Free Chronological Bible Reading Guide by Email

Have you ever read the Bible from cover to cover? If so, you are one of very few to ever do this! My Chronological Bible Reading Guide enhances your reading by following biblical events as they happened in time.

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If you have thought about reading through the Bible, but you:

  • didn’t think you had the time
  • didn’t think you were disciplined enough
  • didn’t know what plan to use
  • didn’t think you would understand all of it
  • didn’t get started on January 1

Start at any time – the plan is labeled by weeks, not specific dates:

  • Each week’s readings sent by FREE automated email delivery
  • Take as long as you like – keep your readings in a folder
  • This is easy and complete –  all you need is your Bible
  • It takes only 10 to 12 minutes a day (or less) for an average reader to get through all of God’s word in a year!
  • Every chapter of God’s word in 66 books is included here. God preserved the whole Bible, not just a few favorite books or verses.

Reading straight through the Bible, cover-to-cover gives a mixed view of the timeline of biblical events. It’s like starting to read a book, then jumping around. Chronological Bible Reading Guide presents a plan to follow events as they happened in time.

We get to know people by what they say, and we get to know God by what He says. God preserved His whole counsel for us so we could know Him better. God’s word is profitable for us. It teaches us, it helps us know what is right and wrong, and so it helps us to live right. And most of all it helps us to learn to know God better (1 Timothy 3:16, Ephesians 1:17).

Reading the Bible develops real faith; faith comes by hearing (and by reading) the word of God (Romans 10:17).

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Maybe you already have a chronological plan: examine:

  • Book by book is not chronological!
  • Straight through every book is not chronological! The chapters in some books are mixed up. If a plan goes straight through Jeremiah from chapter 1 to 52, it is not chronological!
  • This plan is chronological chapter by chapter, not tedious like a few verses here and a few verses there.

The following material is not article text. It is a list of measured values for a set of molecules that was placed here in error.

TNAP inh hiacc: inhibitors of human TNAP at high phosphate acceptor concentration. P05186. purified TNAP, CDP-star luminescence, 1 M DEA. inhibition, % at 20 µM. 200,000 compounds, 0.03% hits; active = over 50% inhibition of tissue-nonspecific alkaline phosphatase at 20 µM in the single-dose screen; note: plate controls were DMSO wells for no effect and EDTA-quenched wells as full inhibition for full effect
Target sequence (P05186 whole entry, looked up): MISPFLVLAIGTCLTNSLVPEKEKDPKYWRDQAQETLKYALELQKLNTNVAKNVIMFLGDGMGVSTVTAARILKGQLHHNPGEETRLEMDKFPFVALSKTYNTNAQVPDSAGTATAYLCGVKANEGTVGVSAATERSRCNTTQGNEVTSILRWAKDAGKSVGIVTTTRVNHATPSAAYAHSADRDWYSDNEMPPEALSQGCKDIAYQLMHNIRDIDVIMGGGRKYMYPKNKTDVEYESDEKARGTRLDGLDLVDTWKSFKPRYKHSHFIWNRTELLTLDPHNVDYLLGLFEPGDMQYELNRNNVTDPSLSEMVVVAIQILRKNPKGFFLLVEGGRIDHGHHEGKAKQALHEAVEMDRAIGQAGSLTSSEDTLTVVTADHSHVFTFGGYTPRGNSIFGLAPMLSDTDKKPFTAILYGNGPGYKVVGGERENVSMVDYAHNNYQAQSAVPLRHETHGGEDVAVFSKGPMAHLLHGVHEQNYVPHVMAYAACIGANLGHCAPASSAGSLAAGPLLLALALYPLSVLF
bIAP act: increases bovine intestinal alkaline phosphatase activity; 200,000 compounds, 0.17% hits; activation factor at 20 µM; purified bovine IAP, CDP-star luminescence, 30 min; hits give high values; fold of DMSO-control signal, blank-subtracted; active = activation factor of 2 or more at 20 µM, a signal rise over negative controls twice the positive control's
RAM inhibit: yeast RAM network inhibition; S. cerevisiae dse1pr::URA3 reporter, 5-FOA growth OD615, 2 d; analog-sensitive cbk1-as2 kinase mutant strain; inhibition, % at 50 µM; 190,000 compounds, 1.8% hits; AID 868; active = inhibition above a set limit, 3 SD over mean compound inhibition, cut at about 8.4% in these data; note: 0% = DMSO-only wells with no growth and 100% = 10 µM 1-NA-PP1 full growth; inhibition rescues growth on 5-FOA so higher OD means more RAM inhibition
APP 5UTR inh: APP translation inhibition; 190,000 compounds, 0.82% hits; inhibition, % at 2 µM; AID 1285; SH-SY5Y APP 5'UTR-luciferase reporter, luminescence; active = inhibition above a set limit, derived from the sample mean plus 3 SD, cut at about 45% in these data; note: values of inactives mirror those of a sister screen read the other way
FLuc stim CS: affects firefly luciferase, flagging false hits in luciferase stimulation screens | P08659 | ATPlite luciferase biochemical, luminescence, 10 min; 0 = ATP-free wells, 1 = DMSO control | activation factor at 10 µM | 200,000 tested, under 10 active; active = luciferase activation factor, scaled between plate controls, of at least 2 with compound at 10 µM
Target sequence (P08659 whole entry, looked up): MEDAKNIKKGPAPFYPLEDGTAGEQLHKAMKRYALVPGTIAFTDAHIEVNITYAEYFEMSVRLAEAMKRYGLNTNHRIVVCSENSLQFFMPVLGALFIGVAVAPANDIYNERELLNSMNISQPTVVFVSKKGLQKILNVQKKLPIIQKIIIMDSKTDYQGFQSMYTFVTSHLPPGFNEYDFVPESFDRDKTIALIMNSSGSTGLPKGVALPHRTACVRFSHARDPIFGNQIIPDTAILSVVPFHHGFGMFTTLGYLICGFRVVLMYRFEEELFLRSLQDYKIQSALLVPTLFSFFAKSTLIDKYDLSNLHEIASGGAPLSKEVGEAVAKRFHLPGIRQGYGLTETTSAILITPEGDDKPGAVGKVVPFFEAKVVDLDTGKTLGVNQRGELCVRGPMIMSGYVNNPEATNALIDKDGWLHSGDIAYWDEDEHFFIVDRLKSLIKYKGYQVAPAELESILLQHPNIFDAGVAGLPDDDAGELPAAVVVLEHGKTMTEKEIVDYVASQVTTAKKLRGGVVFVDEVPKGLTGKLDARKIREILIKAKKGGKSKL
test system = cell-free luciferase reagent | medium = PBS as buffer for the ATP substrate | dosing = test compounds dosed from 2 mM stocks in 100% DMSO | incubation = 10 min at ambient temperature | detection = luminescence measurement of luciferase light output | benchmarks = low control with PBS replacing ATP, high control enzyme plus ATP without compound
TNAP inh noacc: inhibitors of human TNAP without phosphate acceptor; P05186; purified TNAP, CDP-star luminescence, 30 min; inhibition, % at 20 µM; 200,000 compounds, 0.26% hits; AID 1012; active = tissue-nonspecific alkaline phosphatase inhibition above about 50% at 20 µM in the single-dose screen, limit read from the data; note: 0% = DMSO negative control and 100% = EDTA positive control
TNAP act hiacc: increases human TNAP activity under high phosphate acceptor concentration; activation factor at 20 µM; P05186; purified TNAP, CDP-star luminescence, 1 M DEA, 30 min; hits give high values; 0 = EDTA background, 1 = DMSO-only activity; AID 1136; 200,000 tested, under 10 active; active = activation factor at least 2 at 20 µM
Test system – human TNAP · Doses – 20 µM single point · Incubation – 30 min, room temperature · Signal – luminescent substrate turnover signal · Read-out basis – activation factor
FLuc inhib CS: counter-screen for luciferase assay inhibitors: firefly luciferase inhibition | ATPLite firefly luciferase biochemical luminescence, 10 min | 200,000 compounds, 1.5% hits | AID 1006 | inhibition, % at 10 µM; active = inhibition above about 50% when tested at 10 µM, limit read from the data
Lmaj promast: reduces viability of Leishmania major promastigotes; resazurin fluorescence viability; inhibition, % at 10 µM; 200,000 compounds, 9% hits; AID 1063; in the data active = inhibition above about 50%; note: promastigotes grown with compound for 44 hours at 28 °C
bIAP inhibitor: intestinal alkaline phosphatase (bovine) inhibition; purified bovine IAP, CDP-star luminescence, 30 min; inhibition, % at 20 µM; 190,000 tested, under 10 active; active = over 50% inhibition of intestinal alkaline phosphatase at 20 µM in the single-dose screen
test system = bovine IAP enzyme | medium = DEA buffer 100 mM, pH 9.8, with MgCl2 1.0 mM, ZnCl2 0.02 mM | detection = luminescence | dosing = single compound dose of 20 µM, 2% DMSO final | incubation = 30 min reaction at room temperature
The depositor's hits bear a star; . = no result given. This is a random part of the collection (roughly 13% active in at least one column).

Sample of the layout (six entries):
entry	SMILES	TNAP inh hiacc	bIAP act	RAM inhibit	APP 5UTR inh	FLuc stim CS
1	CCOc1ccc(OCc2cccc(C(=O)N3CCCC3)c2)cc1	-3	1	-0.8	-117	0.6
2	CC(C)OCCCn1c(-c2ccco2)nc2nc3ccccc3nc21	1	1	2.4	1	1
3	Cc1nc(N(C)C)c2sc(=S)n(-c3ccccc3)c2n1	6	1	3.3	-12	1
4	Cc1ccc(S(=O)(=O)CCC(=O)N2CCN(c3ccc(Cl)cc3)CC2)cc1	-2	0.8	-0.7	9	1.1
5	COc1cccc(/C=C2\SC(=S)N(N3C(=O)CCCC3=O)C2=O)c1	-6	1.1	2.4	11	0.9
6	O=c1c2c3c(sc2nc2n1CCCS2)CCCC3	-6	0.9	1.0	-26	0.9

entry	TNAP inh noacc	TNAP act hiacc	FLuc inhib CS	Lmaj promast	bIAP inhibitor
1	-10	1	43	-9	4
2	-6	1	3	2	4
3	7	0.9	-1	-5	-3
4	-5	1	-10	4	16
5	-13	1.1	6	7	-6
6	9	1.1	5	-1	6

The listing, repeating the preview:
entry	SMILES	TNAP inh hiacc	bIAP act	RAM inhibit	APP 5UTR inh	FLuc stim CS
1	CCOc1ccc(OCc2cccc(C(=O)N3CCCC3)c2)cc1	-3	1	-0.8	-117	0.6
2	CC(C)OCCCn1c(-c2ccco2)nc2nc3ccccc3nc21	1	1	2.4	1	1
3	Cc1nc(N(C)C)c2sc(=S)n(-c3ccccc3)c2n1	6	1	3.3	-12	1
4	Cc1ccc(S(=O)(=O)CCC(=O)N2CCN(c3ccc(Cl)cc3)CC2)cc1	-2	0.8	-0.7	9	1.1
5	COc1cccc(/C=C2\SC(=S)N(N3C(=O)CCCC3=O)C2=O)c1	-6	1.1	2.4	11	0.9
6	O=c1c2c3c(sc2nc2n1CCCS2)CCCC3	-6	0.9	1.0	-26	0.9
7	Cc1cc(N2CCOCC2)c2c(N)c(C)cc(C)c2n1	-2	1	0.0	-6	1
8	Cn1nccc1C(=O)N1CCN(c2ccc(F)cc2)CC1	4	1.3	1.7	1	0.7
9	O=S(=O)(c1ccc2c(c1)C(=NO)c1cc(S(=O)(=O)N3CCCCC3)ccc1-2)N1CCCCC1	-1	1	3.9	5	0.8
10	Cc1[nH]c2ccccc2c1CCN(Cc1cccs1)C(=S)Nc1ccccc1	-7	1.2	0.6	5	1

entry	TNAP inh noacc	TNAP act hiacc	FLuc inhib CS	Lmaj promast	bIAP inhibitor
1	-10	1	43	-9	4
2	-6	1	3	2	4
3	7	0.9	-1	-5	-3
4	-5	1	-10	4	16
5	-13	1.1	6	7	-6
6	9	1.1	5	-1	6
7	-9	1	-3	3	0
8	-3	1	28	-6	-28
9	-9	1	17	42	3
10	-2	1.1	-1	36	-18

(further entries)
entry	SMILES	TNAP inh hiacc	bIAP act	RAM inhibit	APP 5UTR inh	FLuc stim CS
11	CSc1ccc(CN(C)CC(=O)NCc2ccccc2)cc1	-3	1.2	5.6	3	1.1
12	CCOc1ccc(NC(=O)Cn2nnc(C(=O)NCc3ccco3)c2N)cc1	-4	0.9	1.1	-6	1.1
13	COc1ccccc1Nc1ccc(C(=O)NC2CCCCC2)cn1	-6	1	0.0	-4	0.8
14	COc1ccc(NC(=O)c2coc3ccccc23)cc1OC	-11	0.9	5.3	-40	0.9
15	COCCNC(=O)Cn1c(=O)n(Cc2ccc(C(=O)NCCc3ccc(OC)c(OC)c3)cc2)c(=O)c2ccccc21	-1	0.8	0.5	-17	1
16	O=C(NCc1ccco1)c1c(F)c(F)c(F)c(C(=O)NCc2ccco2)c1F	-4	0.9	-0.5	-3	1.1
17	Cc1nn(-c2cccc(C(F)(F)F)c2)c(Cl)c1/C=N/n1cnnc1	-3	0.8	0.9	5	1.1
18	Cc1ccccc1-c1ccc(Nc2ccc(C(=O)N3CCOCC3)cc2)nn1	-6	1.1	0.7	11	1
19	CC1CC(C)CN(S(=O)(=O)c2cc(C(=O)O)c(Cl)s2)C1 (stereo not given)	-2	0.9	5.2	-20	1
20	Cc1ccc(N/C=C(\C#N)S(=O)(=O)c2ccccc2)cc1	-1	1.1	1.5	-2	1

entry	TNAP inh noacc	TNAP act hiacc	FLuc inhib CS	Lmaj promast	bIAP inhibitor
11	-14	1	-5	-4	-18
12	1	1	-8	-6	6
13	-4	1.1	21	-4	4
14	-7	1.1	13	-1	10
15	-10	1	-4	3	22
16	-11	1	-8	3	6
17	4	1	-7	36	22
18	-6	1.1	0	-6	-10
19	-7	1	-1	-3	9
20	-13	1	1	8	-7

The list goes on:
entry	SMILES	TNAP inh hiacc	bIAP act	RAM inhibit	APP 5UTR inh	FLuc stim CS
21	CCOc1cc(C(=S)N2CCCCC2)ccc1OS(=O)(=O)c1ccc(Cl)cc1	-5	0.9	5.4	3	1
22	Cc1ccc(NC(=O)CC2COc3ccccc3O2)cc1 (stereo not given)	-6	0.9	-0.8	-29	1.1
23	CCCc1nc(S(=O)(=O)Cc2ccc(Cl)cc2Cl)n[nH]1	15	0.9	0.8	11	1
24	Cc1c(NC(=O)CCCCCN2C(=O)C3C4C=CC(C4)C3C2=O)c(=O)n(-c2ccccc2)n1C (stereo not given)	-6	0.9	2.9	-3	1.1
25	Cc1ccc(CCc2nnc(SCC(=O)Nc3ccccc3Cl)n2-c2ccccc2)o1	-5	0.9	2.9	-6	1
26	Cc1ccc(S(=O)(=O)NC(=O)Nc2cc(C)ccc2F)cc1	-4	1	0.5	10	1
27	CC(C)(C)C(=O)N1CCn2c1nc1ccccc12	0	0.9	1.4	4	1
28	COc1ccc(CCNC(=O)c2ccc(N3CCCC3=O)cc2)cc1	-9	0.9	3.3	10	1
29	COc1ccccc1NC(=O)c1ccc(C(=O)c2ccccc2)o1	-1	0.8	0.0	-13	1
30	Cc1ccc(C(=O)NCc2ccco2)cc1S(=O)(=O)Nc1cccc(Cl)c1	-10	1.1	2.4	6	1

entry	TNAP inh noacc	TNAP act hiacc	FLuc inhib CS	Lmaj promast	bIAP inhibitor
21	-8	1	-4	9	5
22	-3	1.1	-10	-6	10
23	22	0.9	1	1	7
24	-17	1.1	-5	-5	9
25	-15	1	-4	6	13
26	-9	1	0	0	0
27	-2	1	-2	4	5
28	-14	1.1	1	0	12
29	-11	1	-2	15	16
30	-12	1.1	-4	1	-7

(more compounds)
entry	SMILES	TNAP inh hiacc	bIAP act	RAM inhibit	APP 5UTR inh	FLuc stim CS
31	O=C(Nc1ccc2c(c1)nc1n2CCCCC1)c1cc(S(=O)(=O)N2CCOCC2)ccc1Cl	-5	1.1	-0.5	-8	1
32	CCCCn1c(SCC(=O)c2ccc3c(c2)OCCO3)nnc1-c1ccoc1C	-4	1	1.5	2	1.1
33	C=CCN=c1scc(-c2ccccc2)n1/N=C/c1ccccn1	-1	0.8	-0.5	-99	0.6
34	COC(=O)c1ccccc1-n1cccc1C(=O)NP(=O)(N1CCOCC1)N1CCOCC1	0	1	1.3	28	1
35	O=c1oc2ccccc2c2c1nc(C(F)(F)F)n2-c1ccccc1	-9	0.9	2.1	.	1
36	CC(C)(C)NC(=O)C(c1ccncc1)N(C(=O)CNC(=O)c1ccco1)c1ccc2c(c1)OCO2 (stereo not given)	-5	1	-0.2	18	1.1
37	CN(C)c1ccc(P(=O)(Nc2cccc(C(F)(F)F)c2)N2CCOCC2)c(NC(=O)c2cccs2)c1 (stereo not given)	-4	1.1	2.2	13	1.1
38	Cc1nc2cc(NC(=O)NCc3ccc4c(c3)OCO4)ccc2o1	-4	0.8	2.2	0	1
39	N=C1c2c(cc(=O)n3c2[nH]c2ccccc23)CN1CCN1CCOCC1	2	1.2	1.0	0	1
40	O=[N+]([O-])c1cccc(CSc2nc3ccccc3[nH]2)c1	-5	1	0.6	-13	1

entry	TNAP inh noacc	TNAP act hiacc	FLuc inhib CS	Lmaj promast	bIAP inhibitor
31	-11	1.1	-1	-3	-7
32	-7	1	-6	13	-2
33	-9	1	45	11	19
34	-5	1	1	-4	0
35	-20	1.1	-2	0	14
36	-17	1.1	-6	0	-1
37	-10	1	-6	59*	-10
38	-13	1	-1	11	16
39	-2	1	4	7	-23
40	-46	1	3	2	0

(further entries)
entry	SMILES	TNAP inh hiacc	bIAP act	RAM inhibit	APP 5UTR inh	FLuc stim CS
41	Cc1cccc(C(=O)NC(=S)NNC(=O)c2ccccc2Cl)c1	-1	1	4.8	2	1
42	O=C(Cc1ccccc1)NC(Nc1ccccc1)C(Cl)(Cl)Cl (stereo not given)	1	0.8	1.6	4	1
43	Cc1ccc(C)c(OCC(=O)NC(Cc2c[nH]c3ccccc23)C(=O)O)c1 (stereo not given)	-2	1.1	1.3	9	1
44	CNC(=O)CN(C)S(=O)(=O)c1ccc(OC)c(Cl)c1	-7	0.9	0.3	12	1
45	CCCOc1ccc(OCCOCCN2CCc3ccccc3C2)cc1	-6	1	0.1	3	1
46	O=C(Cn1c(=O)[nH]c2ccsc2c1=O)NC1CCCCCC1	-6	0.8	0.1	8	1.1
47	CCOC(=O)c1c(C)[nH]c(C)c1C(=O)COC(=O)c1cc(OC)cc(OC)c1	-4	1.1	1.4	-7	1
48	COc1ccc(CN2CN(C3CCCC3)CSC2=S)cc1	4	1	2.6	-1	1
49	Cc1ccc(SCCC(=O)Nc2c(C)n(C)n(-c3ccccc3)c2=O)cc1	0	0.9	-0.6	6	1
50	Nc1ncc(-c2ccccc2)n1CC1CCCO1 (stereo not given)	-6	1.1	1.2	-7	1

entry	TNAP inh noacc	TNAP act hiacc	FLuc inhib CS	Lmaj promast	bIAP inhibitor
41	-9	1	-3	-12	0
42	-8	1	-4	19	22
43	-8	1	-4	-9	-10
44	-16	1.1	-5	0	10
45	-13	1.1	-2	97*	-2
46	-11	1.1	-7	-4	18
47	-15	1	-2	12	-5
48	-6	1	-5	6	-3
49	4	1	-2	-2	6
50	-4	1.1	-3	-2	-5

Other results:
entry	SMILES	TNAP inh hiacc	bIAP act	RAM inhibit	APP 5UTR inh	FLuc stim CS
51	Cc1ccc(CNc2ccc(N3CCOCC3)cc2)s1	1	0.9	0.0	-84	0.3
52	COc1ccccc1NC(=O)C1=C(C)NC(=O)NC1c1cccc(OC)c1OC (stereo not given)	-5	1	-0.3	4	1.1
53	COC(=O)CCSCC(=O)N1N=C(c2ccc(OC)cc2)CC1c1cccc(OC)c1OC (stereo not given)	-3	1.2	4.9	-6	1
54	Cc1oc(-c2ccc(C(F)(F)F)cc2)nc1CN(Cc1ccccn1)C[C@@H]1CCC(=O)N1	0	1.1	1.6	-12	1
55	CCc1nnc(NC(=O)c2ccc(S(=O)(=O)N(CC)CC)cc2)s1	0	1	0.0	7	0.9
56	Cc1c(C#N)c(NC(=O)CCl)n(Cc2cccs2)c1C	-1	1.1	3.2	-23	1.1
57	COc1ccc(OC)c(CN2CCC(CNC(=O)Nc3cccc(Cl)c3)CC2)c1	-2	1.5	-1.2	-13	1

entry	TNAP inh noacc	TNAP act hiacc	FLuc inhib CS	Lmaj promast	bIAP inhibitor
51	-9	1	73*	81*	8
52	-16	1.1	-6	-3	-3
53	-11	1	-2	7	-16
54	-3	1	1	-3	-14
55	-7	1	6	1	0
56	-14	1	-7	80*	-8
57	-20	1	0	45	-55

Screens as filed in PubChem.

Poetry, prophecy and epistles are intertwined with history to help understand some difficult portions.  For example, I like to see Lamentations 3 after Jeremiah 38 and Psalm 137 after a chapter like 2 Kings 24.

And the discipline?

  • It is in your inbox each week with 7 days of readings listed.
  • Add to your historical understanding.
  • A sense of accomplishment is yours when you read through the entire Bible.

For a sneak peak, a week’s readings with endnotes from the automated email delivery program are included below.

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(Or if you prefer you can get the guide [with less extra notes] in a single Kindle ebook version or ePub ebook version (e.g. Nook, etc.).


Week 29 Daily Bible Readings

 Day 1
2 Kings 18
Psalms 82, 94

Day 2
Isaiah 29-31[1]

Day 3
Isaiah 32-35[2]

Day 4
Isaiah 36
Psalm 77
Isaiah 37

Day 5
2 Kings 19[3]
Hezekiah with Assyrian letter: 701 BC
Psalms 120, 129, 88

Day 6
2 Chronicles 32[4]
Psalm 76
Isaiah 38
Psalm 121
Isaiah 39

Day 7          
2 Kings 20
Hezekiah’s illness and recovery
Isaiah 40-41

The grass withers, the flowers fade, but the word of our God remains forever. Isaiah 40:8


[1] Many prophecies were about the heathen nations, but God also rebuked His own people who were idolatrous, honored Him only with their lips, and made up their own rules. The people accused Isaiah of being unpatriotic when he rebuked their sinfulness. Doesn’t that sound like protesters of today! (Information from Ellicott’s Commentary on the Whole Bible, Volume 4).

[2] The “destroyer” (33:1) was Sennacherib when he attacked after Hezekiah had given much to prevent an attack (2 Kings 18:13-16), but then Sennacherib broke the treaty (33:8). Isaiah prophesied that as Sennacherib brought terror, he would be terrorized (2 Kings 19:27-28), and God would give the victory. The known officials of an opposing army (33:18) were: the scribe, accountant or chief officer who calculated the amount of the tribute due from each person or town; the receiver or tribute collector who checked and weighed the payments; and the one who counted towers (or spied out defenses) who planned the siege operation (information from Ellicott).

[3] Hezekiah was definitely stressed. Perhaps he read and quoted from a Psalm of David: “God, hear my voice when I complain. Protect my life from the terror of the enemy…God will shoot them with arrows; suddenly, they will be wounded…The righteous one rejoices in the Lord and takes refuge in Him; all those who are upright in heart will offer praise” (Psalm 64:1,7,10).

[4] Before Sennacherib laid siege to cities in Judah, Hezekiah saw Assyria coming closer, and chiseled a tunnel (v. 30) through solid rock in a winding path for 1,680 feet from the Gihon spring to a pool in Jerusalem. A 15 by 30 inch Hebrew inscription from Hezekiah’s time (2 Kings 20:20) tells of the many engineering calculations. Workmen cut rock with picks from each end until they met in the middle. Several years later when Sennacherib invaded Judah, Hezekiah knew the need for water, and since the tunnel delivered water to Jerusalem, he closed off access to the spring outside the city (v. 4) (information from Andrew C. Bowling, expositor for Kings in the Holman Christian Standard Bible, and The World of the Bible, Volumes 2 and 4).

For correlations between individual Psalms and contemporary events, see

A list of the kings of Judah and Israel can be seen at

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